Tokyo Tech News
Published: March 31, 2009
"Global warming is a huge issue, but we also need to recognize the threat posed by resource depletion. For energy policy to be meaningful, it needs to address both of those issues. That will mean," says Tokyo Tech's Shuichiro Hirai (right, pointing toward the Tokyo skyline), "accompanying scientific research with efforts to engage the community at large in energy-related initiatives."
Headlines have been announcing for decades that we'll run out of oil in 30 years," Hirai observes. "Thirty years has been sort of a continuous horizon, receding continuously as we have discovered new reserves, as technology has increased yields from known reserves, and as estimates have simply proved wrong. But we have reached the point where the end of oil really is becoming a perceptible eventuality.
"The end of natural gas is also becoming a tangible reality," continues Hirai, "just a few years further into the future. Even the finitude of the world's massive coal reserves is increasingly upon us. And let us bear in mind that our coal consumption will accelerate as we exhaust our reserves of other fossil fuels."
Hirai is a professor in Tokyo Tech's Research Center for Carbon Recycling and Energy. And he heads the university's newly established Multidisciplinary Education and Research Center for Energy Science. That center is one of 11 education-and-research group-ings at Tokyo Tech that receive special government funding as centers of excellence. It tackles energy-related issues from the dual perspectives of (1) forestalling global warming and (2) securing sufficient supplies of energy to ensure the survival and prosperity of humankind.
Tokyo Tech continues to mobilize its impressive resources in accordance with a clearly defined priority: deploy a comprehensive, interdisciplinary range of capabilities to conceive and propose feasible solutions for issues of pressing concern for society. Sustainability in securing and using energy resources is a compelling issue for the scientific community. And the university's Multidisciplinary Education and Research Center for Energy Science focuses a characteristically broad spectrum of Tokyo Tech capabilities on identifying ways of ensuring that sustainability.
The center spans 14 departments in mechanical engineering, electrical and electronic engineering, chemistry, materials science, and the social sciences. Hirai is especially emphatic about the role of the social sciences in the center's multidisciplinary approach. "Awareness of social context is absolutely essential to our work in fostering human resources to resolve the world's energy-related issues. The scope of our center gives us the chance to foster synergies through new kinds of interdisciplinary interaction."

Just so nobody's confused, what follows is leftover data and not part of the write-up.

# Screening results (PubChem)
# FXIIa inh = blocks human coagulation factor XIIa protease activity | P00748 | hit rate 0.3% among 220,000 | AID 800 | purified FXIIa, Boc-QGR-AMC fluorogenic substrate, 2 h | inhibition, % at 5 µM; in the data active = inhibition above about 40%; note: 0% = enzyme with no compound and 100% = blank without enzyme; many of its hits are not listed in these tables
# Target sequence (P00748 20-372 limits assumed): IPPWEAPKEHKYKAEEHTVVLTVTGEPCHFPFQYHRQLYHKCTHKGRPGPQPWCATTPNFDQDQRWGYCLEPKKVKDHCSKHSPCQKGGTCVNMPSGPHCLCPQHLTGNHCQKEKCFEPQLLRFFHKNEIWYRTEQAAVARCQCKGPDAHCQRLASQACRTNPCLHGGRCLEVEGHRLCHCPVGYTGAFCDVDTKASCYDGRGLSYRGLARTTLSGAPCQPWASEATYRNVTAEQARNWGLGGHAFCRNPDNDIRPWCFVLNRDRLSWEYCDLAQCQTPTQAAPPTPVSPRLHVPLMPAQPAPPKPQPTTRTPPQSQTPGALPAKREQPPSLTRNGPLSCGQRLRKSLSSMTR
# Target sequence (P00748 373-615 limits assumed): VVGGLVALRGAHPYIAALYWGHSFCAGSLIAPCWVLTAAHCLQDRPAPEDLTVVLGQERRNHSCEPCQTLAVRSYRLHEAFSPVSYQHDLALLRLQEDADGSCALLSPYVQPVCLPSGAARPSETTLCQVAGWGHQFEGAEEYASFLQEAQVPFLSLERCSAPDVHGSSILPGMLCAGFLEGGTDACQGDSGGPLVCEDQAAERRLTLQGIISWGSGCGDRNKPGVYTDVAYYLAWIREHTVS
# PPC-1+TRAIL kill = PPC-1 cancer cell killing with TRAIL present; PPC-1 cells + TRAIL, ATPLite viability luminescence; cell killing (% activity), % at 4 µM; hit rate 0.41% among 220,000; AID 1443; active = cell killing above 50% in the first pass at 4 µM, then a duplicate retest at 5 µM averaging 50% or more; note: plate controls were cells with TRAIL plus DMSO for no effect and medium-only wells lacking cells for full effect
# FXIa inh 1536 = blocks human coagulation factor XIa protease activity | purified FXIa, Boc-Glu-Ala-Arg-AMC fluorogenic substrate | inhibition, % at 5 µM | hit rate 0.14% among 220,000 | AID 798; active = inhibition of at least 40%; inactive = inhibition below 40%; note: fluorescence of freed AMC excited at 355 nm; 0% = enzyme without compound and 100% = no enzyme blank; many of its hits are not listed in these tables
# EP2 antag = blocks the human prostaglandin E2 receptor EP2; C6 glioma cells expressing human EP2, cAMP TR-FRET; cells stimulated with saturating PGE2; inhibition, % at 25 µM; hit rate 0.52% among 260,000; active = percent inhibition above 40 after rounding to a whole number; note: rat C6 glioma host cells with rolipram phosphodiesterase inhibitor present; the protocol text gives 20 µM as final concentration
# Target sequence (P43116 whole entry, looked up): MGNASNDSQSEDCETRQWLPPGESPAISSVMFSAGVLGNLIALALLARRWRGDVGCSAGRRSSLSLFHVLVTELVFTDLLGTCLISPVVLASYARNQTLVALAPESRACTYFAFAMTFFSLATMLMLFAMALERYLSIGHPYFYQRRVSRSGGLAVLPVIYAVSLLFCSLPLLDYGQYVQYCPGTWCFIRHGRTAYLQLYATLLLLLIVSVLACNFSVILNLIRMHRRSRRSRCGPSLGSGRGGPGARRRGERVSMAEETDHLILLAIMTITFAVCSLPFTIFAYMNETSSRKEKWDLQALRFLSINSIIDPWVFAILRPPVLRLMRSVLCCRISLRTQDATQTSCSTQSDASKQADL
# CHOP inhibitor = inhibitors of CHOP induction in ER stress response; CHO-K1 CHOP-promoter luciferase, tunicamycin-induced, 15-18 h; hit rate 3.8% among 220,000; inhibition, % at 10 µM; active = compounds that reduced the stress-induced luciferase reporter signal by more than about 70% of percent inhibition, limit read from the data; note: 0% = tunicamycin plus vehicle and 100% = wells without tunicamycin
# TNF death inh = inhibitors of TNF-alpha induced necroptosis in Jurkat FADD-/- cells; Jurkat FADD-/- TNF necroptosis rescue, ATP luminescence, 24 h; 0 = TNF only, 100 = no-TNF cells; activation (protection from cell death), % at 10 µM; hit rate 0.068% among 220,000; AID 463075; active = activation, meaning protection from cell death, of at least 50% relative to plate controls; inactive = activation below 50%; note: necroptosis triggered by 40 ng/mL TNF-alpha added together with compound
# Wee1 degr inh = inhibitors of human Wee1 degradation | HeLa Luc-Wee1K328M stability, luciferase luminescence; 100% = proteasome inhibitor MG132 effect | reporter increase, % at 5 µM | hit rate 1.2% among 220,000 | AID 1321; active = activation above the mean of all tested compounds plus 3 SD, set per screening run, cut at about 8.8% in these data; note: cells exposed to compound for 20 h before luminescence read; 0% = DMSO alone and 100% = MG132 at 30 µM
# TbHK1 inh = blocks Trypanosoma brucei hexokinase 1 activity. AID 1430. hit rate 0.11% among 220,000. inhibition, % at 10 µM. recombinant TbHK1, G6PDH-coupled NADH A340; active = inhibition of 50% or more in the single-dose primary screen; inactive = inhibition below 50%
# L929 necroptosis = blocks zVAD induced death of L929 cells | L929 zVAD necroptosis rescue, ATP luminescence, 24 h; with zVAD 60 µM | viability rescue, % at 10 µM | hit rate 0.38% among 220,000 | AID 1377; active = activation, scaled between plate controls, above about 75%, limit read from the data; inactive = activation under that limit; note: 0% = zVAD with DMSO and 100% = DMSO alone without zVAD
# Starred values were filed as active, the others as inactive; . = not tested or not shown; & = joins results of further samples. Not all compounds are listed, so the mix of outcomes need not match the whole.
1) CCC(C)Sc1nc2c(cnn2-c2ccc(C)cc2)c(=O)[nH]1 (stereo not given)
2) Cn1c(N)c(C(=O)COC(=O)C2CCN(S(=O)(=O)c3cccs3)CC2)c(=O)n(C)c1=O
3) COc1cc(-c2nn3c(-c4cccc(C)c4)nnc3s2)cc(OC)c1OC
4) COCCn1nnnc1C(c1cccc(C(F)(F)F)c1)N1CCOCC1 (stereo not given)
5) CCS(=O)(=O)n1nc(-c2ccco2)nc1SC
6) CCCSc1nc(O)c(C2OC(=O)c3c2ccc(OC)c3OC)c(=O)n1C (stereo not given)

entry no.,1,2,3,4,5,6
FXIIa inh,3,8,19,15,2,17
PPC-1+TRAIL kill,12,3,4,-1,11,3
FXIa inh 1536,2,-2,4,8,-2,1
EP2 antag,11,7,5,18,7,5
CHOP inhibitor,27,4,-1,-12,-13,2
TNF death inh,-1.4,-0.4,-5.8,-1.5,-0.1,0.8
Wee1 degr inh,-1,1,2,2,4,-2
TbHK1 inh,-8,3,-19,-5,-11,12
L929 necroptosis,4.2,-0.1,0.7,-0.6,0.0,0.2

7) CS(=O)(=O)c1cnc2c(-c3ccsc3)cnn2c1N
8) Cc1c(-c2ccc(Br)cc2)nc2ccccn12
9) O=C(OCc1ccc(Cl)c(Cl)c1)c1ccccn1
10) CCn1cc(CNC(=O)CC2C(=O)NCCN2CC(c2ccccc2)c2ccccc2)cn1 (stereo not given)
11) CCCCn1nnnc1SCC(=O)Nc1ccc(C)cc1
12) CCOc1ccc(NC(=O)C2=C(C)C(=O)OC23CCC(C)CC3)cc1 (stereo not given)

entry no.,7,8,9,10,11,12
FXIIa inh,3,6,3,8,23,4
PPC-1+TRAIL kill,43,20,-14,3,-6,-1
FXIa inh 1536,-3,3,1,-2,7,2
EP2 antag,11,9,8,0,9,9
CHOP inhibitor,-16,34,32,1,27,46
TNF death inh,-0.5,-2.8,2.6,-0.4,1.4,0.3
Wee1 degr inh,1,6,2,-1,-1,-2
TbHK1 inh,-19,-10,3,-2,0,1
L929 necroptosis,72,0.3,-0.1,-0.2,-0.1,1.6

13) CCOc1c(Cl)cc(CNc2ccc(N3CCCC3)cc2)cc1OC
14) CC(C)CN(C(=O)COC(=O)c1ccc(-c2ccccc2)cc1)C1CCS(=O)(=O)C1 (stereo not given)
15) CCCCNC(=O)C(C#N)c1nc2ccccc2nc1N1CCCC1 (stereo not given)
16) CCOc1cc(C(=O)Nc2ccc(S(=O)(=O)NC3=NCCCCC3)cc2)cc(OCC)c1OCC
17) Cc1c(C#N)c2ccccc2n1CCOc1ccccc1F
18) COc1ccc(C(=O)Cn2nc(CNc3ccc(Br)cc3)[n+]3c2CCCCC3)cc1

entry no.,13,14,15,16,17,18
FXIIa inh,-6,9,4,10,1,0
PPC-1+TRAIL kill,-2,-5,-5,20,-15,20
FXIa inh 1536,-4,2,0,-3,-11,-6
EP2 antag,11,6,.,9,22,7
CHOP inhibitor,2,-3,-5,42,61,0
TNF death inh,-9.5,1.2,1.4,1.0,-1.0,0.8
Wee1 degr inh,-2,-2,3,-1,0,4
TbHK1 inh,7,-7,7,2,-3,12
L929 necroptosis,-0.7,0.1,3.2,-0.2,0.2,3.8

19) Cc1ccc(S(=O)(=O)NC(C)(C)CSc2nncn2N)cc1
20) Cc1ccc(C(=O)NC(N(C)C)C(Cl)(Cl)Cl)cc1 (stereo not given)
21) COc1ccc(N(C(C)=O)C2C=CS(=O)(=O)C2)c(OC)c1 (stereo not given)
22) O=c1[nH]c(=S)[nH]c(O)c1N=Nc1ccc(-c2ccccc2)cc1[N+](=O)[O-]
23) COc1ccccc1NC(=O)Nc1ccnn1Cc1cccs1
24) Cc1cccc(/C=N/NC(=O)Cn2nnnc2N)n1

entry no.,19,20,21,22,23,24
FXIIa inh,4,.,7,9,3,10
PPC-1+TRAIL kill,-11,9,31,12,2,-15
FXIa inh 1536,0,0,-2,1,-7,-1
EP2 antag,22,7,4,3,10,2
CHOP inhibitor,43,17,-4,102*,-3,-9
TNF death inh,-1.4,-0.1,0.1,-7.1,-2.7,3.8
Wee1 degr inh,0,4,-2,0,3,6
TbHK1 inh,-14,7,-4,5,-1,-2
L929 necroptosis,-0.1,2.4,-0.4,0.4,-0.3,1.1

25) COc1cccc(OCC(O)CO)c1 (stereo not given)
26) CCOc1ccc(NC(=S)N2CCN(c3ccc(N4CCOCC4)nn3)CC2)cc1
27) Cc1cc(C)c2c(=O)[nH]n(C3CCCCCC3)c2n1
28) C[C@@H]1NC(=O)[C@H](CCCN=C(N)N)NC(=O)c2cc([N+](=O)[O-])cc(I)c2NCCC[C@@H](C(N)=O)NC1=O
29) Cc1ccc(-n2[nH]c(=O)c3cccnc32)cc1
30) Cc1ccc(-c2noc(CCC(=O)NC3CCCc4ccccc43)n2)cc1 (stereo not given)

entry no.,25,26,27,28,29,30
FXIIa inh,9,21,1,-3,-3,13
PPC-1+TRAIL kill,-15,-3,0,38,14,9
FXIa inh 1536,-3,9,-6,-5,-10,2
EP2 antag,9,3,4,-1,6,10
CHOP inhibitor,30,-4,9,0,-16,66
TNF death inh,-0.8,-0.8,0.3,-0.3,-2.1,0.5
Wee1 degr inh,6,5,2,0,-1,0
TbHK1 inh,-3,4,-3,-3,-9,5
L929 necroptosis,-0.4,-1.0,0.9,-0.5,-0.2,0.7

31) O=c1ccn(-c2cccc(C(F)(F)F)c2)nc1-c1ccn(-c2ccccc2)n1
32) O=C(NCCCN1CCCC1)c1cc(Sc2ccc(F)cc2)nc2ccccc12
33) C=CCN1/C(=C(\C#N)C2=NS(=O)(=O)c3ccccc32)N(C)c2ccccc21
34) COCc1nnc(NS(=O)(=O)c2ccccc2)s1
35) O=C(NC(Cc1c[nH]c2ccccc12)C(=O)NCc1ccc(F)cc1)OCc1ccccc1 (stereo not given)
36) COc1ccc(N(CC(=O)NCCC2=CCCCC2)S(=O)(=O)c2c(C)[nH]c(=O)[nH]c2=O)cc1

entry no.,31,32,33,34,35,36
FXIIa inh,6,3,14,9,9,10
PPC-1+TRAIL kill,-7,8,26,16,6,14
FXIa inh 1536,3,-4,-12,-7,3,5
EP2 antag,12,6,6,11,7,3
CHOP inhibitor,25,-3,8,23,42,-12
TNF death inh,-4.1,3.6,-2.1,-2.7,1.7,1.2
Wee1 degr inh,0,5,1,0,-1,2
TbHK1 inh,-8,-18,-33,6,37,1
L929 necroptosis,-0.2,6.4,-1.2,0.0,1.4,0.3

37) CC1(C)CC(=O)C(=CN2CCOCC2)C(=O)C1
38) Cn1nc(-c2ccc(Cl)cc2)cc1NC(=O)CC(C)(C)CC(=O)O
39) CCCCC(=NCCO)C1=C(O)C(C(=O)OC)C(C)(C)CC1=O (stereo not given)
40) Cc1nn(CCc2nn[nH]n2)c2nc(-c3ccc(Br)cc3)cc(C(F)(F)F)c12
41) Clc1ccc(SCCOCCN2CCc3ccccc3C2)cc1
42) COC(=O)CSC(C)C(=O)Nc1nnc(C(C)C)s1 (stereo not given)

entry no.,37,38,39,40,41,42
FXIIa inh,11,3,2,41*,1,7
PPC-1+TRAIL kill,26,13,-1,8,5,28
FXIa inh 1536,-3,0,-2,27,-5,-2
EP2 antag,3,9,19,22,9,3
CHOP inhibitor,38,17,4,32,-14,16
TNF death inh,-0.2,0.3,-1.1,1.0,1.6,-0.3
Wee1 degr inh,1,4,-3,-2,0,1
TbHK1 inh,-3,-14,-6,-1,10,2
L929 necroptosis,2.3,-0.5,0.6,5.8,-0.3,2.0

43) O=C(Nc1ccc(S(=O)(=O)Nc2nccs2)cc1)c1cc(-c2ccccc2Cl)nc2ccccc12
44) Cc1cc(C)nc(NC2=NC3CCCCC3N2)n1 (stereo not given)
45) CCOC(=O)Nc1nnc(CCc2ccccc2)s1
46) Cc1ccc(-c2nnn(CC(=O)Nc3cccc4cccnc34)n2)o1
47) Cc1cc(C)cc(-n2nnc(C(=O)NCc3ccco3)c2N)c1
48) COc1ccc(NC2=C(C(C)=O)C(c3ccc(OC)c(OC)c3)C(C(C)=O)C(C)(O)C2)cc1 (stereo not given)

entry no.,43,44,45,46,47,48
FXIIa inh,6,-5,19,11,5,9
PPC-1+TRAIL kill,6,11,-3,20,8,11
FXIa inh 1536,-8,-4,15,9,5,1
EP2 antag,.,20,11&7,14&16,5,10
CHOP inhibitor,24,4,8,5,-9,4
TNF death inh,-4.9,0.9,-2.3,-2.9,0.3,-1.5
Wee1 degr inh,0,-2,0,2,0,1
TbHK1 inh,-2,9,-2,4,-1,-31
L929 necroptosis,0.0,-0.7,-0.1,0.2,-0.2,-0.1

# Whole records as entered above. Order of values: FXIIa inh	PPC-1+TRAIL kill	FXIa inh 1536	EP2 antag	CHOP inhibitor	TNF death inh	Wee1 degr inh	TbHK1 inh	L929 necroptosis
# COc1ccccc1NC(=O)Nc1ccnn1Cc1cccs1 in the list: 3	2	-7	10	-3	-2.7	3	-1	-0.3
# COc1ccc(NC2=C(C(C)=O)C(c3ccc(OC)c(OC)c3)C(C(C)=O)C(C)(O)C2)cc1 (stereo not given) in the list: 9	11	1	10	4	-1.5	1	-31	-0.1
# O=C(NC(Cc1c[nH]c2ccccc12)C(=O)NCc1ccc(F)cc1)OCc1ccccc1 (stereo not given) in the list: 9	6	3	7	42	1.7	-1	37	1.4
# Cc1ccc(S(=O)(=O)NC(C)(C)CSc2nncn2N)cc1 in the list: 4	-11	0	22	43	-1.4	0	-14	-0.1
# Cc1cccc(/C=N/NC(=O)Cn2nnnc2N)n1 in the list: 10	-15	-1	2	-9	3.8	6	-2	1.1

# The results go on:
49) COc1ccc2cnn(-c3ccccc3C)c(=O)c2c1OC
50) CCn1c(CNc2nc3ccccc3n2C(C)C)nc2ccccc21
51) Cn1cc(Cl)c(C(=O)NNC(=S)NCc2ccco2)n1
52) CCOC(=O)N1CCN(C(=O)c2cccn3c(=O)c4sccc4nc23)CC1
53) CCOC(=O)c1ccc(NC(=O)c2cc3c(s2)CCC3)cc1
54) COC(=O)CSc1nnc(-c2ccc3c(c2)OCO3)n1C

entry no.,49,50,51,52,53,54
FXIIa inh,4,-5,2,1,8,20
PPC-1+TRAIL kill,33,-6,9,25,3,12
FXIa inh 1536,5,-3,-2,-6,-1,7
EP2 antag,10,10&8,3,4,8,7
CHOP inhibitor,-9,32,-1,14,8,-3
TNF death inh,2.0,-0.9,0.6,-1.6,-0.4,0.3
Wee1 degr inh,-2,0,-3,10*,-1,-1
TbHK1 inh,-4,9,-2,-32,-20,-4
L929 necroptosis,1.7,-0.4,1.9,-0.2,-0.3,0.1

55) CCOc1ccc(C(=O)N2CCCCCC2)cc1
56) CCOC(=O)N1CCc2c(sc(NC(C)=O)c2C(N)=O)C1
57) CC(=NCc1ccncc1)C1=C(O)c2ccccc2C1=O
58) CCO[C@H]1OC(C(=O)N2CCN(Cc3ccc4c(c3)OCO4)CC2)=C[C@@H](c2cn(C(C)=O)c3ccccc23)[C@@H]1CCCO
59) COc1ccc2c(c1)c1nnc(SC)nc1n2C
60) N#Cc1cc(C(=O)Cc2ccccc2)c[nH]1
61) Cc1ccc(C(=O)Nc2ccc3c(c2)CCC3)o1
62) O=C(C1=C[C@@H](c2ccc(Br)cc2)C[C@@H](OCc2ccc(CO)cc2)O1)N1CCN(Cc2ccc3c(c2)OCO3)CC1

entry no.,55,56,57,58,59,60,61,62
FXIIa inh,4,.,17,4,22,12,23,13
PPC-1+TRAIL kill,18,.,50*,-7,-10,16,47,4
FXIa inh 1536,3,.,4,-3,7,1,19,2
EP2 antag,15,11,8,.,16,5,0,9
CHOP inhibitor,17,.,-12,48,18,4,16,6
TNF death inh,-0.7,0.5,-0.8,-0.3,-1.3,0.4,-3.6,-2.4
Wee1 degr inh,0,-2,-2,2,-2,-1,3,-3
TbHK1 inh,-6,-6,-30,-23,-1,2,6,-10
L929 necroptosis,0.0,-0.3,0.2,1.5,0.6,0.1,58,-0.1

Hirai's own research portfolio, replete with award-winning papers, epitomizes the broad-ranging perspective that he espouses. It includes pioneering work in applying magnetic resonance imaging (MRI) to monitoring the electrolytic efficiency of fuel cells in operation. Hirai has led initiatives, meanwhile, for demonstrating the viability of capturing carbon dioxide and sequestering it in the earth and in the ocean. His research activity even encompasses simulation studies on particulate filters for making fuel-saving diesel technology cleaner.
A one-of-its-kind MRI installation is a highlight of the research facilities at Tokyo Tech's Multidisciplinary Education and Research Center. Water distribution in electrolytic membranes is a determinant of performance in polymer electrolyte membrane fuel cells. Hirai and his colleagues, using their MRI system, have succeeded in monitoring that distribution while fuel cells are operating. Their analytical approach could support important gains in fuel cell performance.
"The world is running out of fossil fuels—probably not in my lifetime, but very possibly during the lifetimes of my children. We've got to act now to ensure viable supplies of energy for future generations."
Hirai's research group has used MRI to depict the displacement of water by carbon dioxide injected into a porous medium. The simulation took place under conditions comparable to a depth of 800 meters, the porous medium was Berea sandstone with a pore volume of 1.5 milliliters, and the injection rate was 0.05 milliliters per minute. Sequestering carbon dioxide in the earth or in the ocean could help prevent global.
Hirai poses beside his center's MRI system. Creative research with that system has supported breakthroughs in analyzing fuel cell performance, and members of the center have also used the system for simulations of carbon dioxide capture and sequestration and other energy-related research.
Graduate School of Science and Engineering Mechanical and Control Engineering